$\displaystyle S_3\,=\,10:\;a\cdot3^3 + b\cdot3^2 + c\cdot3 + d \:=$ $\displaystyle \:10\quad\Rightarrow\quad 27a + 9b + 3c + d \;= \;10$
$\displaystyle S_4\,=\,20:\;a\cdot4^3 + b\cdot4^2 + c\cdot4 + d\:=$ $\displaystyle \:20\quad\Rightarrow\quad 64a + 16b + 4c + d \;= \;20$
Now we must solve this system of equations . . . but it's easy!
. . $\displaystyle \begin{array}{cccc}a+b+c+d\:=\:1 \\ 8a + 4b + 2c + d \:=\:4 \\ 27a + 9b + 3c + d \:= \:10\\ 64a + 16b + 4c + d \:=\:20\end{array}\;\begin{array}{cccc}(1)\\(2)\\( 3)\\(4)\end{array}$
Subtract (1) from (2): .$\displaystyle 7a + 2b + c \:= \:3\quad\;\;\;(5)$
Subtract (2) from (3): .$\displaystyle 19a + 5b + c \:= \:6\quad\;(6)$
Subtract (3) from (4): .$\displaystyle 376a + 7b + c \:= \:10\;\;(7)$
Subtract (5) from (6): .$\displaystyle 12a + 2b\:=\:3\;\;(8)$
Subtract (6) from (7): .$\displaystyle 18a + 2b\:=\:4\;\;(9)$
Subtract (8) from (9): .$\displaystyle 6a\,=\,1\quad\Rightarrow\quad \boxed{a = \frac{1}{6}}$
Substitute into (8): .$\displaystyle 12\left(\frac{1}{6}\right) + 2b\:=\:3\quad\Rightarrow\quad \boxed{b = \frac{1}{2}}$
Substitute into (5): .$\displaystyle 7\left(\frac{1}{6}\right) + 3\left(\frac{1}{2}\right) + c\:=\:3\quad\Rightarrow\quad \boxed{c = \frac{1}{3}}$
Substitute into (1): .$\displaystyle \frac{1}{6} + \frac{1}{2} + \frac{1}{3} + d\:=\:1\quad\Rightarrow\quad \boxed{d = 0}$
Therefore: .$\displaystyle f(n)\:=\:\frac{1}{6}n^3 + \frac{1}{2}n^2 + \frac{1}{3}n\quad\Rightarrow\quad \boxed{f(n)\;=\;\frac{n(n+1)(n+2)}{6}}$
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This "scratch"method can be used
. . when we suspect we have a polynomial function.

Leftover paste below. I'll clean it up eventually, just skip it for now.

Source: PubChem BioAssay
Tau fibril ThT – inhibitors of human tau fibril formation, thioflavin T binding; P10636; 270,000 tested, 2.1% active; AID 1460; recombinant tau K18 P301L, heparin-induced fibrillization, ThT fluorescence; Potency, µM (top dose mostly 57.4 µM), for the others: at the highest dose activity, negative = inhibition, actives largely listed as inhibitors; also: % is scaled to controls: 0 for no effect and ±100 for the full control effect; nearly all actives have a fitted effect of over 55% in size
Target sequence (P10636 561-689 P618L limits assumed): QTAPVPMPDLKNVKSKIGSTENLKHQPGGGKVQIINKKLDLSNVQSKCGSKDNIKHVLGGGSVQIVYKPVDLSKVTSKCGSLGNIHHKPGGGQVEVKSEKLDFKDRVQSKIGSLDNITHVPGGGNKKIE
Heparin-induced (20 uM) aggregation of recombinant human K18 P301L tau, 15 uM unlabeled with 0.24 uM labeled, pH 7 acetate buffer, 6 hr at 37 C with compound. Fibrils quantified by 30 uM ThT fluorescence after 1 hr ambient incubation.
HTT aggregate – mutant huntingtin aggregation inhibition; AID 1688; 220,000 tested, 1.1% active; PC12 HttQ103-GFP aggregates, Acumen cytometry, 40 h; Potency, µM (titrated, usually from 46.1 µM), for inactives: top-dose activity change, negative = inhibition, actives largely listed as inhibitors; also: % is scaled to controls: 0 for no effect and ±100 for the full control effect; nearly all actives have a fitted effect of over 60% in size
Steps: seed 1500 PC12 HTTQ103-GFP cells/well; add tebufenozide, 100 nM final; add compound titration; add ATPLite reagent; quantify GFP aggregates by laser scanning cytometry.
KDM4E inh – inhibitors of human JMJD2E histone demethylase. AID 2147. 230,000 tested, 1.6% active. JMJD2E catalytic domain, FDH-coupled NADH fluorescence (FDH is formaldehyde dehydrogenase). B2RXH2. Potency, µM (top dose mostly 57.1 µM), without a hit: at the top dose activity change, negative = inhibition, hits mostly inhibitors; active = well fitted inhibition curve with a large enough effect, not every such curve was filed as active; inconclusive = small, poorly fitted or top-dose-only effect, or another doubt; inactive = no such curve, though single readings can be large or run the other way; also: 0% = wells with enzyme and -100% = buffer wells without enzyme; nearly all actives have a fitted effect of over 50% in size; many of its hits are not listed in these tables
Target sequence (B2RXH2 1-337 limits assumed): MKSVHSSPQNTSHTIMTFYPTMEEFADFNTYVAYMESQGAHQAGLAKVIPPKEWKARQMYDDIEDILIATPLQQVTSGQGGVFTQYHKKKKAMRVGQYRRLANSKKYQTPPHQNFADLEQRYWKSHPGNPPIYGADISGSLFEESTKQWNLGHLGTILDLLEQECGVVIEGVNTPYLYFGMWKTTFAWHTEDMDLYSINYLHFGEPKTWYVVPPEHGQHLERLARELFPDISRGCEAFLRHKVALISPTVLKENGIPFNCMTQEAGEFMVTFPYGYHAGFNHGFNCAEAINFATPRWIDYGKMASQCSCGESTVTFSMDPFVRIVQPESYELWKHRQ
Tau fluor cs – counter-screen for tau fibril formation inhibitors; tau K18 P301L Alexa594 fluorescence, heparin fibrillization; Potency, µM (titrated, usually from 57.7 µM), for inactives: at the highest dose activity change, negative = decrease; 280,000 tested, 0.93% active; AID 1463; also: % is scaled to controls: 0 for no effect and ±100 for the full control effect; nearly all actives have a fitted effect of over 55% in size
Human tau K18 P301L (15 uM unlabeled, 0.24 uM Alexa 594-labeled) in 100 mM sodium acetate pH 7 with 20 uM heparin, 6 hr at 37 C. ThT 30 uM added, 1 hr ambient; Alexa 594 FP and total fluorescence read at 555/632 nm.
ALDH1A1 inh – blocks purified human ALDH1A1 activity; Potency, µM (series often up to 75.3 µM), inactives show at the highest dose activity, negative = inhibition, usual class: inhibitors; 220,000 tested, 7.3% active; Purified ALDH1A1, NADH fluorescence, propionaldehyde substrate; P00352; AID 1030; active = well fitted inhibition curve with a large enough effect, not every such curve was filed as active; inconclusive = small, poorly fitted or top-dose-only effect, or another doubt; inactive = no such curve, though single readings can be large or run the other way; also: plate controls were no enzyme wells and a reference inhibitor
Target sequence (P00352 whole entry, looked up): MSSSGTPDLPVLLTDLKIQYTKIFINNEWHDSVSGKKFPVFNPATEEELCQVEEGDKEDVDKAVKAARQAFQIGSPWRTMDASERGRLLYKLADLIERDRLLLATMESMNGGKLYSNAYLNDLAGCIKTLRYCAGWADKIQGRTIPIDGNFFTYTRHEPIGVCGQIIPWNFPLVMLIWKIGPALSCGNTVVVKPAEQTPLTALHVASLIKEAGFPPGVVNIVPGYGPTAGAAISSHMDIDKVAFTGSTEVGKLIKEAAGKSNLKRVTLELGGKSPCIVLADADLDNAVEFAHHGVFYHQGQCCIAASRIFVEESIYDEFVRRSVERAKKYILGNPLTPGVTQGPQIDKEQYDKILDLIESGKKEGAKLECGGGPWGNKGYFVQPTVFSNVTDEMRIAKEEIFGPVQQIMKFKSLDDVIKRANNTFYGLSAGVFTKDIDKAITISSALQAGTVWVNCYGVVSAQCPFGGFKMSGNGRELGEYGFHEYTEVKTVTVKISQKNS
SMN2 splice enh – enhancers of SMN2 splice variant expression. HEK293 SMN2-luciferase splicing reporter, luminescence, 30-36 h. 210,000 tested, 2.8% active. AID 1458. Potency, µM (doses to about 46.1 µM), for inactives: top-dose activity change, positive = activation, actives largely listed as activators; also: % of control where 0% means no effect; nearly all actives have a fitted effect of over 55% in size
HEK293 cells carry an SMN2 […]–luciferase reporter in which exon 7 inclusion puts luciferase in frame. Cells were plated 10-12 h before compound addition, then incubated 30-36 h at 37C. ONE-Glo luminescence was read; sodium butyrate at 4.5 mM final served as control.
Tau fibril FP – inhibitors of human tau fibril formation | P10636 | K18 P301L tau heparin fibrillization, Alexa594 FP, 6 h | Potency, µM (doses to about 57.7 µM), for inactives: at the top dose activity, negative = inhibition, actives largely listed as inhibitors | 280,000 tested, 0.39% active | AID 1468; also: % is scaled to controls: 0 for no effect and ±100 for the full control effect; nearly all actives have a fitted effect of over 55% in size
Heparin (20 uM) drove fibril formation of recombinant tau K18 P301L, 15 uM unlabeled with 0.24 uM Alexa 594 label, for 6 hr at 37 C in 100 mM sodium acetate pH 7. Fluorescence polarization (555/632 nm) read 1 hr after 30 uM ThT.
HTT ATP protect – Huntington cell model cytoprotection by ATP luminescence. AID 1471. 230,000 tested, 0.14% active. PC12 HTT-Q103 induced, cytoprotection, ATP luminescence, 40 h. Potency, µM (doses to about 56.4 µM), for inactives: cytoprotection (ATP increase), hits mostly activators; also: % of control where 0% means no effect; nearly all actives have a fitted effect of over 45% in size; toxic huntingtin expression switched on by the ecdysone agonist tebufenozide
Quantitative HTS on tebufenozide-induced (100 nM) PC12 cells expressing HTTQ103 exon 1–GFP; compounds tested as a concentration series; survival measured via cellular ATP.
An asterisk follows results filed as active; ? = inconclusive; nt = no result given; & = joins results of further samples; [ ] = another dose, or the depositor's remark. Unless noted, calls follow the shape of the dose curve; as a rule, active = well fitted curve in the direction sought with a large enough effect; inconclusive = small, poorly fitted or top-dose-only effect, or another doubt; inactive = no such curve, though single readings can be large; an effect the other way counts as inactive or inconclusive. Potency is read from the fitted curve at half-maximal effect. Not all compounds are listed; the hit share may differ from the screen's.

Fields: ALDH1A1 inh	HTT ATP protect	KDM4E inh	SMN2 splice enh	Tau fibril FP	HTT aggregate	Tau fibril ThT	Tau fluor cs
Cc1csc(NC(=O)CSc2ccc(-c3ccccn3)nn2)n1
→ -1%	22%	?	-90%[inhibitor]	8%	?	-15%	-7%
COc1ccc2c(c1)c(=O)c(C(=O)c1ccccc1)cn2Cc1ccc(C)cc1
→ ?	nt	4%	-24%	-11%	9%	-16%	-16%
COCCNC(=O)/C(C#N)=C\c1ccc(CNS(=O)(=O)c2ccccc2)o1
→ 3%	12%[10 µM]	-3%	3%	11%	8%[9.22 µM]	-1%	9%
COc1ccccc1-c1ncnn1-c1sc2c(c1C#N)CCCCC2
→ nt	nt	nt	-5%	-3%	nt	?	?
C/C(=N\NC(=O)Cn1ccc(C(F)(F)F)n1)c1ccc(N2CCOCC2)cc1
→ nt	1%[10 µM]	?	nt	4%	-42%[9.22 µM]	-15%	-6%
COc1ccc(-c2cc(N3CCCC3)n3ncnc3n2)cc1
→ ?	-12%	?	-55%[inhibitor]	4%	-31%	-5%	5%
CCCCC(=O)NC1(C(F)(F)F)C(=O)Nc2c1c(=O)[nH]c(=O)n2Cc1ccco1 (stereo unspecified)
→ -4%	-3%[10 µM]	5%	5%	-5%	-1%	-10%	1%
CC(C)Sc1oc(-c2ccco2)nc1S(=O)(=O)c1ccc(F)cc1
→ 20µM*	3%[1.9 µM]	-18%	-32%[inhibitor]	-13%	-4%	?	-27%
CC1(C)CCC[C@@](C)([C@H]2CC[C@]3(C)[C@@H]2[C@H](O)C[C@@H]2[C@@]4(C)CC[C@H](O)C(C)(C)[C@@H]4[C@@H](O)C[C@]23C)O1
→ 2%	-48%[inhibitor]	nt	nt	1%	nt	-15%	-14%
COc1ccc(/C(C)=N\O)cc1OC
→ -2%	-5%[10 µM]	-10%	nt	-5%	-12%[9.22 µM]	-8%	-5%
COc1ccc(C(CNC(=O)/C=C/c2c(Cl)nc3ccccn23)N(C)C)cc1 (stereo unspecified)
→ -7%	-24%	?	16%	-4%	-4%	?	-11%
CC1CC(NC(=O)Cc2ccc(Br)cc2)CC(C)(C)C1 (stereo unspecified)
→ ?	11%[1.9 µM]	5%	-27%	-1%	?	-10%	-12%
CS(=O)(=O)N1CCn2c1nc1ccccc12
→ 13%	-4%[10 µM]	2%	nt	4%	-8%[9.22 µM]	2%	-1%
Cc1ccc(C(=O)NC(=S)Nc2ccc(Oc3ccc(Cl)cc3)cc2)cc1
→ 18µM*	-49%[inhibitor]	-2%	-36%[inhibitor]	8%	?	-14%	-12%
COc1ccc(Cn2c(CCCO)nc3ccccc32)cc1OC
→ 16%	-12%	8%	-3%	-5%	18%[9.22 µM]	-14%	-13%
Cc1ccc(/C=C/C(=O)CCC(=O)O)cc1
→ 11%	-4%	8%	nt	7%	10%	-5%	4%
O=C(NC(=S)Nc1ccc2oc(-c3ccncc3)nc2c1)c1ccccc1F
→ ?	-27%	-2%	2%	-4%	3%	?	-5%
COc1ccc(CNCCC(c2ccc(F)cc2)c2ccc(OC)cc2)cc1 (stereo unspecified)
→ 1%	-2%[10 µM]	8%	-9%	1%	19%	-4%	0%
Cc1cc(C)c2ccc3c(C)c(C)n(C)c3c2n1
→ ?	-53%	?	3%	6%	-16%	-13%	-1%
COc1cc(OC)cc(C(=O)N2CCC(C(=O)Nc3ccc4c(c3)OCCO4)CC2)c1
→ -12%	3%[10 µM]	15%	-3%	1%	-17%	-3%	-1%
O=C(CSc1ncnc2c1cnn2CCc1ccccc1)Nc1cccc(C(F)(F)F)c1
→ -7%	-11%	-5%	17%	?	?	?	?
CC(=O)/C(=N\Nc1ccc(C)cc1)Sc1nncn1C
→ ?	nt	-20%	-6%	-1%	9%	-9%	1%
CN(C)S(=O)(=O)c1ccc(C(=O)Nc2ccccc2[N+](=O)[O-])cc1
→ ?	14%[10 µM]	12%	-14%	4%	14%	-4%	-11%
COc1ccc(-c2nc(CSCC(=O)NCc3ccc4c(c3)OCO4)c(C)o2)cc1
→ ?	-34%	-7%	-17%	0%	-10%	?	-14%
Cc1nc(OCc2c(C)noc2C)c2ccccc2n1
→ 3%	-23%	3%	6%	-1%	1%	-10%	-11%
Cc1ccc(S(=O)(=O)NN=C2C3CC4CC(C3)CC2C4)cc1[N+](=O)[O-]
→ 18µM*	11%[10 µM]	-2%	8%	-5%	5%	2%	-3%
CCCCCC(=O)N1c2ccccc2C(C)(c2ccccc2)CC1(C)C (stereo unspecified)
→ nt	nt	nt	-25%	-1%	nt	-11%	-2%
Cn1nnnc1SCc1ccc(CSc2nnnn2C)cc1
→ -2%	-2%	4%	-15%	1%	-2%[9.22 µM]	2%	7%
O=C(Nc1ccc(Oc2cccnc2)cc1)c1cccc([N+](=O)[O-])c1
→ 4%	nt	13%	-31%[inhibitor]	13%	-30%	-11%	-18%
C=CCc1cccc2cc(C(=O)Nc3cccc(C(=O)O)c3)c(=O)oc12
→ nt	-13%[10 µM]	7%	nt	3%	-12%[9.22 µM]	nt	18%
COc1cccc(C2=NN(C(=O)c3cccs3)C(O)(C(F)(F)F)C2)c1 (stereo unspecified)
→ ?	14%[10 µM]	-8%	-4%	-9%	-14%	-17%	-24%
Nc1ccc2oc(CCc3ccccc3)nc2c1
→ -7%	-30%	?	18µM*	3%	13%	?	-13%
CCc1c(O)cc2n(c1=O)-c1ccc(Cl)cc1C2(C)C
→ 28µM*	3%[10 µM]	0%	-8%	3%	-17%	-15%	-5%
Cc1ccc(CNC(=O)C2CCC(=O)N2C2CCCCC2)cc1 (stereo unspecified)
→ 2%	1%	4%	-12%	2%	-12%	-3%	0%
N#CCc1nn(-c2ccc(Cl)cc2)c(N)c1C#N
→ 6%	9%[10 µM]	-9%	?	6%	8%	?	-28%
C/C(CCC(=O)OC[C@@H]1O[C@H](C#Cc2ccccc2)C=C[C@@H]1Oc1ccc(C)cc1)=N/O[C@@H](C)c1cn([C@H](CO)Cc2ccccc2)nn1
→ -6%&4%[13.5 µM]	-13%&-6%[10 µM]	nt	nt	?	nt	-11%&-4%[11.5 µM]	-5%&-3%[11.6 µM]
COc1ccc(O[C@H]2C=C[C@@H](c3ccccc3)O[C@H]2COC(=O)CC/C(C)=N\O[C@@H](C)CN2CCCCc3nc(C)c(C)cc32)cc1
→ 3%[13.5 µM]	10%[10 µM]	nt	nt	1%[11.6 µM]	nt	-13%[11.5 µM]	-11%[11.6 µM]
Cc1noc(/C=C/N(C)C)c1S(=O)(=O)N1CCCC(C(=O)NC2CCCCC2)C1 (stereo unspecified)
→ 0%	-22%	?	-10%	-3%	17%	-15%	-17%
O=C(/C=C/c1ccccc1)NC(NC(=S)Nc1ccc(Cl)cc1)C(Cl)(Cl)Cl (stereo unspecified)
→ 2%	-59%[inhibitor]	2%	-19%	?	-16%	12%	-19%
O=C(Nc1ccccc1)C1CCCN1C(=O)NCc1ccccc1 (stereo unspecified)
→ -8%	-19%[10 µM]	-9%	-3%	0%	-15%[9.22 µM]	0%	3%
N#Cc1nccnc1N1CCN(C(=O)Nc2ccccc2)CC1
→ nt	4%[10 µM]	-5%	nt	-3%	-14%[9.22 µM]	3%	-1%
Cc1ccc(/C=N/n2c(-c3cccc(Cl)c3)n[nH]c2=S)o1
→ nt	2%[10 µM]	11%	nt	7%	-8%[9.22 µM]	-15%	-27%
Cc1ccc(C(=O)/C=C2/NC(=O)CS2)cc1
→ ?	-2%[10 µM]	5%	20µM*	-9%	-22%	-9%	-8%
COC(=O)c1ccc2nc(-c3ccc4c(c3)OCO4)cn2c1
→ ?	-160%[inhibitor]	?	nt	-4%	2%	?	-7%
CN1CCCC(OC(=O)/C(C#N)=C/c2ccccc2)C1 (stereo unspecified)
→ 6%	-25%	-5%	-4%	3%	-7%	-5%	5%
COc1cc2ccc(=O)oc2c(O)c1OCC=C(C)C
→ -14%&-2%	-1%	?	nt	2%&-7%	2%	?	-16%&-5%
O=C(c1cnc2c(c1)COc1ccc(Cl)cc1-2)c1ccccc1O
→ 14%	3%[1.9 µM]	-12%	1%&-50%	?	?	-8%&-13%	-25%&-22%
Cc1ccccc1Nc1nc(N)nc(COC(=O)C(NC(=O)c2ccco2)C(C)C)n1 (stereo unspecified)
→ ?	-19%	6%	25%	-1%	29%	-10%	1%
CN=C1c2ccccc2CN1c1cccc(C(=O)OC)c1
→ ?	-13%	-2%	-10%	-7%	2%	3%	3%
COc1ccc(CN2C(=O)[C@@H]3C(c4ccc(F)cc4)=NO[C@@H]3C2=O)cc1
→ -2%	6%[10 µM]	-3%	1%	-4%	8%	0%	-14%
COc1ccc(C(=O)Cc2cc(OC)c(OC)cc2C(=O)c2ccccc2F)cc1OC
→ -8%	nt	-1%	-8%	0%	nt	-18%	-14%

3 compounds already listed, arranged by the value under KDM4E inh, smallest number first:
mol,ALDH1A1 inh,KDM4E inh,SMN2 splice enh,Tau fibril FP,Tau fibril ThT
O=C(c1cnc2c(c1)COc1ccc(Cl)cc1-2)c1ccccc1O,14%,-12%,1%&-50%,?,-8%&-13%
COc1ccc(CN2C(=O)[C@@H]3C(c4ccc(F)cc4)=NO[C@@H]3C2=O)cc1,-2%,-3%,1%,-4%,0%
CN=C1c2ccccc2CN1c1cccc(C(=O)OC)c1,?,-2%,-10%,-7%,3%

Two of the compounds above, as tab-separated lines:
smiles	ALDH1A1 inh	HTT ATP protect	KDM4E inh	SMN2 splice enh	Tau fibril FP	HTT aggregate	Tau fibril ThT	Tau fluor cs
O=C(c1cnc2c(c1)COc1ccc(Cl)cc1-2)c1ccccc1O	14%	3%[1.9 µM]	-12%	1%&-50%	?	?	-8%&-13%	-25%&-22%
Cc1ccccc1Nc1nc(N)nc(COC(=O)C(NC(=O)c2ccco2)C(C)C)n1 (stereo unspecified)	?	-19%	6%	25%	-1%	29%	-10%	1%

It is long and tedious, but it works.
Of course, it is more efficient to learn a few sums-of-powers formula:
. . $\displaystyle \sum_{k=1}^n k \;= \;\frac{n(n+1)}{2}$
. . $\displaystyle \sum_{k=1}^n n^2\;=\;\frac{n(n+1)(2n+1)}{6}$
. . $\displaystyle \sum_{k=1}^n k^3\;= \;\frac{n^2(n+1)^2}{4}$
Note that the third formula is the square of the first formula,
. . making it easier to memorize.
But what about the implications?
. . This means: .$\displaystyle (1 + 2 + 3 + 4 + 5)^2\:=\:1^3+2^3+3^3+4^3+5^3$
It looks like a bad joke or a terrible blunder, doesn't it?
Tell me something, is this a famous method? This is the second time I seen it used on this forum. When I was younger I developed many theorems concerning differences of a sequence. One of them you just used. (A sequence is a polynomial of degree n if and only if it takes n steps to reach a constanct sequence).Originally Posted by Soroban
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I have a elegant prove with this rule that,
$\displaystyle a^{(m)}_k=\sum_{k=1}^nk^m$ is always a polynomial sequence.
Consider an infinite sequence,
$\displaystyle 0^m,1^m+0^m,2^m+1^m+0^m,...$
Its diffrence sequence is,
$\displaystyle 0^m,1^m,2^m,3^m,...$
A polynomial sequence of degree $\displaystyle m$ therefore $\displaystyle m$ subtractions are required. In total we used $\displaystyle m+1$ subtractions on our original sequence. Thus there exists a polynomial sequence of degree $\displaystyle m+1$. Furthermore, the first coefficient is $\displaystyle \frac{1}{(m+1)!}$. Based on the fact the constant sequence follows the factorial.